Discovering ways to non-invasively early detect COVID-19 from heart rate, sleep, or a cough sound, even among the asymptomatic

Heart rate, sleep quality, daily movement–cough sound frequency? Several studies in the US and UK are attempting to turn up ways to early diagnose mildly symptomatic, asymptomatic, or even pre-symptomatic COVID-19 cases, without the PCR swab or a blood test.

The more obvious of the two comes out of the Scripps Research Translational Institute. The DETECT study started in March (!) with 30,500 participants sending in data in the first six weeks of the study on heart rate, sleep quality, and daily movement. This information was then matched with self-reported symptoms and diagnostic tests taken if any. In this way, new infections and outbreaks could be detected at an earlier stage.  The study is attempting to confirm if changes in those metrics in an individual’s pattern can identify those even at a pre-symptomatic or asymptomatic stage. 3,811 reported symptoms, 54 reported testing positive, and 279 negative for COVID-19. The numbers seem small, but the analysis carries out that the combination of sensor and symptom data performed better in discriminating between positive and negative individuals than symptom reporting alone. The symptom data were taken from Fitbits and any device connected through Apple HealthKit or Google Fit data aggregators, then reported on the research app MyDataHelps. FierceBiotech, Nature Medicine (study)

Also using vital signs, back in August, Fitbit released early data on a 100,000+ study where changes in heart rate and breathing could detect about half of diagnosed cases at least one day to a week before diagnosis. Symptomatic cases were 1,100 in this sample. Heart rate and breathing were detected to become more frequent in the symptomatic, with the variability in time between each heartbeat dropping, resulting in a more steady pulse. The preferred tracking was at night during rest. However, there was a 30 percent false positive rate on the algorithm used, which is extremely high. FierceBiotech Related to this work, Fitbit was selected at the end of October by the US Army Medical Research and Development Command (USAMRDC) to receive nearly $2.5 million from the US Department of Defense through a Medical Technology Enterprise Consortium (MTEC) award to advance a wearable diagnostic capability for the early detection of a COVID-19 infection. Fitbit will be working with Northwell Health’s Feinstein Institutes for Medical Research to validate their early detection algorithm. Business Wire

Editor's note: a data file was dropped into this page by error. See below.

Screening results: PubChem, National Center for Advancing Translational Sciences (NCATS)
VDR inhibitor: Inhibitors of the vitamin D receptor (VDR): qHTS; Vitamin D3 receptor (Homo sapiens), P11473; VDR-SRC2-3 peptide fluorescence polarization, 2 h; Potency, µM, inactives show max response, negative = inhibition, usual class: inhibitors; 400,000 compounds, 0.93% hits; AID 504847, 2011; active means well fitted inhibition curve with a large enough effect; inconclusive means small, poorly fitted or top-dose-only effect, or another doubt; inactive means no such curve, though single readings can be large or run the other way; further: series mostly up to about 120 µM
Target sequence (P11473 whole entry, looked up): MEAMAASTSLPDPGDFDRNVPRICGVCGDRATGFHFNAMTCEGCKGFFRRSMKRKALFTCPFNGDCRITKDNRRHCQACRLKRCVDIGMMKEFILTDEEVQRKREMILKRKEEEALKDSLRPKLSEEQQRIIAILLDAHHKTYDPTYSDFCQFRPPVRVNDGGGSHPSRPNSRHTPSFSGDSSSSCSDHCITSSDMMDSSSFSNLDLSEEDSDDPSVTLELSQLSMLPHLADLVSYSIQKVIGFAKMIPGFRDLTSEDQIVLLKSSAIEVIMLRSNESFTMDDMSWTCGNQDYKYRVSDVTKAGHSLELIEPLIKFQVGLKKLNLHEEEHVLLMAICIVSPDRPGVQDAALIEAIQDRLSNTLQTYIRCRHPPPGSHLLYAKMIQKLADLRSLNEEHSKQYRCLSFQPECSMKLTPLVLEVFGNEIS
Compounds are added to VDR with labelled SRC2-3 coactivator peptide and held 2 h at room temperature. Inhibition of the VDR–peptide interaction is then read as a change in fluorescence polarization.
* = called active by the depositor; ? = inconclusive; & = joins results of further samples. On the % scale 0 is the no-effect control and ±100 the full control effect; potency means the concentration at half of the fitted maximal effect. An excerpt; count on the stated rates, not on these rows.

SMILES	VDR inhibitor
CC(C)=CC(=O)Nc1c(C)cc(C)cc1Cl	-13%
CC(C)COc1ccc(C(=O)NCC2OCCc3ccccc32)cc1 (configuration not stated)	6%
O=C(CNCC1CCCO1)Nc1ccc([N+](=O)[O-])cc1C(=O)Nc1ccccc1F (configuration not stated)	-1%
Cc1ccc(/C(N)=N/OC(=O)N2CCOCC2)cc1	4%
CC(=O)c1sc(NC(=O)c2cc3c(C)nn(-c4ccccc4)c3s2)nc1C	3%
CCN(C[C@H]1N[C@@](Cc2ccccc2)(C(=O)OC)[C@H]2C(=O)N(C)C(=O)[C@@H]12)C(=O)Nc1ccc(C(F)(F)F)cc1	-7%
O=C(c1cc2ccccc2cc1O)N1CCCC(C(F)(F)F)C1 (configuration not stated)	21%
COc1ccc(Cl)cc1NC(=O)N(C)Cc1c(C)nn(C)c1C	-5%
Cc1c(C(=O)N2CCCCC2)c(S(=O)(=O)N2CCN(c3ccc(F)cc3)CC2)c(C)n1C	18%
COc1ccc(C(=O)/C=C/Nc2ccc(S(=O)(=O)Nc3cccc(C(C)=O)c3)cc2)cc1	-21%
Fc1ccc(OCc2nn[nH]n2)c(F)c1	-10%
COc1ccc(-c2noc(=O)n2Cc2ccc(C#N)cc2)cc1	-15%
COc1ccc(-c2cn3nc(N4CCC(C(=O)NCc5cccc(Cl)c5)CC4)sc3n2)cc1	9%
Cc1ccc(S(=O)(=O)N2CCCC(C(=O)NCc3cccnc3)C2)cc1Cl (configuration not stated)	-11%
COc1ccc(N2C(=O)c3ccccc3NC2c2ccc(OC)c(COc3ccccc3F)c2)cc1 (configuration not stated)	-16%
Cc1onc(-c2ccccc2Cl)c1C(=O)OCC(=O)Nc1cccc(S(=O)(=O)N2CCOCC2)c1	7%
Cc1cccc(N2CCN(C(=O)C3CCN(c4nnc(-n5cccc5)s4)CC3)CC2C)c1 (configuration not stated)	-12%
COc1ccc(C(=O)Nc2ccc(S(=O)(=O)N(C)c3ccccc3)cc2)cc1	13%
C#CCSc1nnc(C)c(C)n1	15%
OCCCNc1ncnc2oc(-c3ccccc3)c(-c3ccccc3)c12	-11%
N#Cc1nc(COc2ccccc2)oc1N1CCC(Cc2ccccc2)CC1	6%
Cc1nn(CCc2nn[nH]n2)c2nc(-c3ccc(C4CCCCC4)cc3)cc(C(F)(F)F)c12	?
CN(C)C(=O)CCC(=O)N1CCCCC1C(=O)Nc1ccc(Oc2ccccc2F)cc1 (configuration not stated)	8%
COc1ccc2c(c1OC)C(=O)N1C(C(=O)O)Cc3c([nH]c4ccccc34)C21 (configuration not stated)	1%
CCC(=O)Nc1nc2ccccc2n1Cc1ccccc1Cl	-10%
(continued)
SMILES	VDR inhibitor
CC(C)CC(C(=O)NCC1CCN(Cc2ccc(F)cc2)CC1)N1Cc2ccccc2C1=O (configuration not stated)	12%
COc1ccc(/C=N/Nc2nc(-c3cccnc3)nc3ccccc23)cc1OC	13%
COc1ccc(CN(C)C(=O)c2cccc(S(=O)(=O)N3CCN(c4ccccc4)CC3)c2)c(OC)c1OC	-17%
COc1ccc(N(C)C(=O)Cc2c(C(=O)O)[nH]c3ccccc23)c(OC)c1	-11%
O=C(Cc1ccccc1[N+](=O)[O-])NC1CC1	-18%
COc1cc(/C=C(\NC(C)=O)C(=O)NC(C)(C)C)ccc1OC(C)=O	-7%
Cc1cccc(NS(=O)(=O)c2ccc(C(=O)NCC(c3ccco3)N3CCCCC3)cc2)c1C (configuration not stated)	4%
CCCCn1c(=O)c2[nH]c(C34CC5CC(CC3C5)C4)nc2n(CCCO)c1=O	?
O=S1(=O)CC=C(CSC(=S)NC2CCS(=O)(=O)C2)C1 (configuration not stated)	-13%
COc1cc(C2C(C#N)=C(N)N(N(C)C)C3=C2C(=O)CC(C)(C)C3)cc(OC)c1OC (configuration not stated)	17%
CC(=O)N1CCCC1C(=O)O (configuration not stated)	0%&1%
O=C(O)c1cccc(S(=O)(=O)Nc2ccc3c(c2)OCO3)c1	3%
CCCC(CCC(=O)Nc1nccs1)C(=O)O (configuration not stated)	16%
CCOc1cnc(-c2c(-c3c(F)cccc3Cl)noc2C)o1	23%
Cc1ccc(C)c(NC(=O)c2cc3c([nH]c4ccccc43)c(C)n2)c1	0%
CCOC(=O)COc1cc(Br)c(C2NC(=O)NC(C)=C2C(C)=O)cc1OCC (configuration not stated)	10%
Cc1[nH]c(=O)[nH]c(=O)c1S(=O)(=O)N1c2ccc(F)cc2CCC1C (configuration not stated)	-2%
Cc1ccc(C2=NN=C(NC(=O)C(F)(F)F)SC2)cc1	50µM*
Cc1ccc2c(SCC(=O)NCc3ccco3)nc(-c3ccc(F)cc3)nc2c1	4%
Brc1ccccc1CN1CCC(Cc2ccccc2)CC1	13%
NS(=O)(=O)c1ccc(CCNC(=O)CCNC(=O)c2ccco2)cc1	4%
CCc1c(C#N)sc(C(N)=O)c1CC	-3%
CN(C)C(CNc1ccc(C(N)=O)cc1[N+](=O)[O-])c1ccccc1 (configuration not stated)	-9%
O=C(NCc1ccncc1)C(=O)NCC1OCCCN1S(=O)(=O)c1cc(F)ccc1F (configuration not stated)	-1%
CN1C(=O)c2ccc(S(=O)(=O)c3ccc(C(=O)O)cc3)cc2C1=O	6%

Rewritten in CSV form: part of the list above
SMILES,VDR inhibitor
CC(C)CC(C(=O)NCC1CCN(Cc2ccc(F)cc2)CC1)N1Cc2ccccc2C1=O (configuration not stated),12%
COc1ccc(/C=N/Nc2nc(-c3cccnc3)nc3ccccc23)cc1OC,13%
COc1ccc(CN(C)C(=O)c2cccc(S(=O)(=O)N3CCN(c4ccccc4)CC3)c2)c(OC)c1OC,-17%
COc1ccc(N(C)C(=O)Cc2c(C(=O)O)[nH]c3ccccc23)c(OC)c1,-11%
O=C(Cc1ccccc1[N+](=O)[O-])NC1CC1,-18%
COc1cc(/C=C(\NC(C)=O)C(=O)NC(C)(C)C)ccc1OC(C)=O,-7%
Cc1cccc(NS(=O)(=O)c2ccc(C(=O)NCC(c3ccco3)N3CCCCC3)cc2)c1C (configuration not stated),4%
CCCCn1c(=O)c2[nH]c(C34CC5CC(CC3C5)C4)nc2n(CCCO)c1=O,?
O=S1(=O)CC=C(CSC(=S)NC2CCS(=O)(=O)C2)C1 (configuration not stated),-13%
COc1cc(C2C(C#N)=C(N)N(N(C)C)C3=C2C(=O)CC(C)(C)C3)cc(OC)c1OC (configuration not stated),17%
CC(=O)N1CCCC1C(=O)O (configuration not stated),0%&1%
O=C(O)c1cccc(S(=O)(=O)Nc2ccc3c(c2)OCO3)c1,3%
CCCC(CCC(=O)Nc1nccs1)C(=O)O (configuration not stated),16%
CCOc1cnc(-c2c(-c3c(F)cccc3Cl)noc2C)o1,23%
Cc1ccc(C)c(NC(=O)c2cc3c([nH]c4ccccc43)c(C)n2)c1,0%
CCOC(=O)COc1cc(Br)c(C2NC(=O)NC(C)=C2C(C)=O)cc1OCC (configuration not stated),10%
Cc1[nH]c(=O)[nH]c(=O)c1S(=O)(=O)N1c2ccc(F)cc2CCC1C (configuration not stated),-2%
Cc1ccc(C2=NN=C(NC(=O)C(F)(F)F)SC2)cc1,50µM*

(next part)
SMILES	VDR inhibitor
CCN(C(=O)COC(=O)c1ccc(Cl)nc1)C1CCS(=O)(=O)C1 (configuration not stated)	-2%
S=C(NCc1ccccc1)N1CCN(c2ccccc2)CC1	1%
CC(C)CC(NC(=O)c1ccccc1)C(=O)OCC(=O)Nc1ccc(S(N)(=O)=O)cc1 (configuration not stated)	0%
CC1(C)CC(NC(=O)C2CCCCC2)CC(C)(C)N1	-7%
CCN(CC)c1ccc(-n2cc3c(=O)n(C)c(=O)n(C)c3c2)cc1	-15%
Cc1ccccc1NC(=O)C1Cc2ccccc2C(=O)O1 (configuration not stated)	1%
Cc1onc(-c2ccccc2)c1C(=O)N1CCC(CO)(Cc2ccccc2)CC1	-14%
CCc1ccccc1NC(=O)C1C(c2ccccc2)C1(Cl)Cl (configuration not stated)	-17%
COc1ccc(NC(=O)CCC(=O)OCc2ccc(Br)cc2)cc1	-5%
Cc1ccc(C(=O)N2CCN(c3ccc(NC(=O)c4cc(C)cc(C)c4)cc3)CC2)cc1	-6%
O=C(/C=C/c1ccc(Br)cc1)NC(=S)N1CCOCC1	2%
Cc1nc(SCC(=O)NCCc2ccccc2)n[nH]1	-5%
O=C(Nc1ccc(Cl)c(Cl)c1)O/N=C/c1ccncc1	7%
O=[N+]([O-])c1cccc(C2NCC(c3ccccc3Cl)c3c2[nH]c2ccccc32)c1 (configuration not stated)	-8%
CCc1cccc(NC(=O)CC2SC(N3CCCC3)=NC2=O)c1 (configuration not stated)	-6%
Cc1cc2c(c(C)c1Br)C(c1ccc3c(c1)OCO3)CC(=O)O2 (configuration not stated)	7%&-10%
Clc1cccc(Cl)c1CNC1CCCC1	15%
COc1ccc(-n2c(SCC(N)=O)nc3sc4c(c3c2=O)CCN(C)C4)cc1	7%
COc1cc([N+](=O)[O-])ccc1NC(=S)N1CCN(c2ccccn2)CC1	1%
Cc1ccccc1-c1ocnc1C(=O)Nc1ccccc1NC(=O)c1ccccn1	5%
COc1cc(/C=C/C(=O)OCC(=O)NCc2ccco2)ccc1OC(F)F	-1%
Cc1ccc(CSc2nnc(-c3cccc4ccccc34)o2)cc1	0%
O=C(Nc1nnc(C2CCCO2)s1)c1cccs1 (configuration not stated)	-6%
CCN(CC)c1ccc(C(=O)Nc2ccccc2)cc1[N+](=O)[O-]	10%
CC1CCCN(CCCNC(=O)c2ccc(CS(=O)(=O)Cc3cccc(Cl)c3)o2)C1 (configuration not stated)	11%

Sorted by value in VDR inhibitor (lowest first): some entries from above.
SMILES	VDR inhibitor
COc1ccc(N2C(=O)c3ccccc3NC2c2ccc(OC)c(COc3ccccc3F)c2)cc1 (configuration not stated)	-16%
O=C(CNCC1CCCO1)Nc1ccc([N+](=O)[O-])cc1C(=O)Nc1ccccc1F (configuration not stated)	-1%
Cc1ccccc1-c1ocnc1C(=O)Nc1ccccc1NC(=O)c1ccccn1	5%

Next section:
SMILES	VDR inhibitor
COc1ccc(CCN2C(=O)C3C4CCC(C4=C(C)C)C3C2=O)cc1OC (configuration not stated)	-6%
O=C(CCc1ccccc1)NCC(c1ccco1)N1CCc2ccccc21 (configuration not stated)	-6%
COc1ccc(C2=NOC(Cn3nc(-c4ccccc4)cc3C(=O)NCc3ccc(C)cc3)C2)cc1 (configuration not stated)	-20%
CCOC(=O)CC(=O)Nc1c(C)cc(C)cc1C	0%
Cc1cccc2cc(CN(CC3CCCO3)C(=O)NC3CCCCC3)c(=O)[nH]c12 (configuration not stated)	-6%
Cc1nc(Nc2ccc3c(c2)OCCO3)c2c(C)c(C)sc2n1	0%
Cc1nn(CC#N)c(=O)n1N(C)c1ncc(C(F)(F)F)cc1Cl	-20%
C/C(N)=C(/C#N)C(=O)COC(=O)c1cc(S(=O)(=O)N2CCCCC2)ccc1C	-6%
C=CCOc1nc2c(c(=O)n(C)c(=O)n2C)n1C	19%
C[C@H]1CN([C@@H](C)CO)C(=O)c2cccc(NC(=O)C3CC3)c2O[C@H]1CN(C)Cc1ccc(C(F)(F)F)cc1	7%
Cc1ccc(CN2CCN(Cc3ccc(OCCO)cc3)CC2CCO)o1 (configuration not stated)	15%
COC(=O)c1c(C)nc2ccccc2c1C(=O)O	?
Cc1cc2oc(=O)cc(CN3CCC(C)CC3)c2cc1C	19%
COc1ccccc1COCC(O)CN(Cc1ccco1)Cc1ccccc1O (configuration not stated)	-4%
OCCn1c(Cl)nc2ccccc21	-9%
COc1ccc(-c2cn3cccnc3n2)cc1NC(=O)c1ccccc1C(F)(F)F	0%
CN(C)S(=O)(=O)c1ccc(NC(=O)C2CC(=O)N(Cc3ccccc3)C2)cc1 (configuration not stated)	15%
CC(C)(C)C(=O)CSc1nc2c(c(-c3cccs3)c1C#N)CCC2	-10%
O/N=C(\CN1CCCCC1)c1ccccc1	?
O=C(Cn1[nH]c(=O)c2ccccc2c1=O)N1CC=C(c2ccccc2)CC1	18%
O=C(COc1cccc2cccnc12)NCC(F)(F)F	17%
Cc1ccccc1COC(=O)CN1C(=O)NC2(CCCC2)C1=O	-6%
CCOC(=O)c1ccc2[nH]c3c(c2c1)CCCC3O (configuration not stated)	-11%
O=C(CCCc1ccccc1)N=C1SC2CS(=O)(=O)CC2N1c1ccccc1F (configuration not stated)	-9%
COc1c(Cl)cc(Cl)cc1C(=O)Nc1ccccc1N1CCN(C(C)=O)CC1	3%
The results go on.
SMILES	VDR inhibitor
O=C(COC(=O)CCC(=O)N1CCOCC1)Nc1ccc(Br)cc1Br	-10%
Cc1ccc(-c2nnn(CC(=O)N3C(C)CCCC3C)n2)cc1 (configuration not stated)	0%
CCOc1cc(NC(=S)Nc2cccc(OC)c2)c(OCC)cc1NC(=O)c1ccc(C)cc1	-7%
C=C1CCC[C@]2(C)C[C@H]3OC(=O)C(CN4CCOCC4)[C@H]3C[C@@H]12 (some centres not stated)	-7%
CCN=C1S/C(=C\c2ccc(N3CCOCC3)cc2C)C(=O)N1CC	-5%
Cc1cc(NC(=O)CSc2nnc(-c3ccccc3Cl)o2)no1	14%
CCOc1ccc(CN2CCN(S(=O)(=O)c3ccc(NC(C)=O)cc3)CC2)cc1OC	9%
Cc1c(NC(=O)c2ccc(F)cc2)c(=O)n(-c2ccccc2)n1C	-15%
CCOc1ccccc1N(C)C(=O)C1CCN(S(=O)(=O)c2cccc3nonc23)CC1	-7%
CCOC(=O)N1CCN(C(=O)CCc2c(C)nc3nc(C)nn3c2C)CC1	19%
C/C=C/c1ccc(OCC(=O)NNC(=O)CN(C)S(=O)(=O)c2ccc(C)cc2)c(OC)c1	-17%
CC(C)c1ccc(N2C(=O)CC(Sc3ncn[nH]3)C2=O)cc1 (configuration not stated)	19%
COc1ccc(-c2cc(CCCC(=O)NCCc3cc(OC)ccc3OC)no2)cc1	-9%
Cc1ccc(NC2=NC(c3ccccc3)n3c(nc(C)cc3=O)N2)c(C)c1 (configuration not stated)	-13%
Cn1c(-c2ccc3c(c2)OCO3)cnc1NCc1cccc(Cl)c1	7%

And what about that ‘Covid Cough’? MIT is researching that this cough is different than other coughs, like from cold or allergy. Their research found that there’s a difference in the sound of an asymptomatic individual’s cough–and that sound frequency difference could not be heard by human ears. (Dog ears perhaps?) MIT researchers created “the largest audio COVID-19 cough balanced dataset reported to date with 5,320 subjects” out of 70,000 cough samples. The algorithm performed well. “When validated with subjects diagnosed using an official test, the model achieves COVID-19 sensitivity of 98.5% with a specificity of 94.2% (AUC: 0.97). For asymptomatic subjects it achieves sensitivity of 100% with a specificity of 83.2%.” This sure sounds like an AI screening tool that is inexpensive and convenient to use with multiple populations even daily. IEEE-EMB  BBC News reports that similar studies are taking place at Cambridge University, Carnegie Mellon University, and UK health start-up Novoic. The Cambridge study used a combination of breath and cough sounds and had an 80 percent success rate in identifying positive coronavirus cases from their base of 30,000 recordings.

All of these will be useful, but still need to be validated–and that takes time, for which this Editor thinks is short as this virus, like others, will eventually 1) mutate out or 2) be effectively treated as we do with normal flus. But down the road, these will serve as a template for new ways for early screening or even diagnosis of other respiratory diseases.

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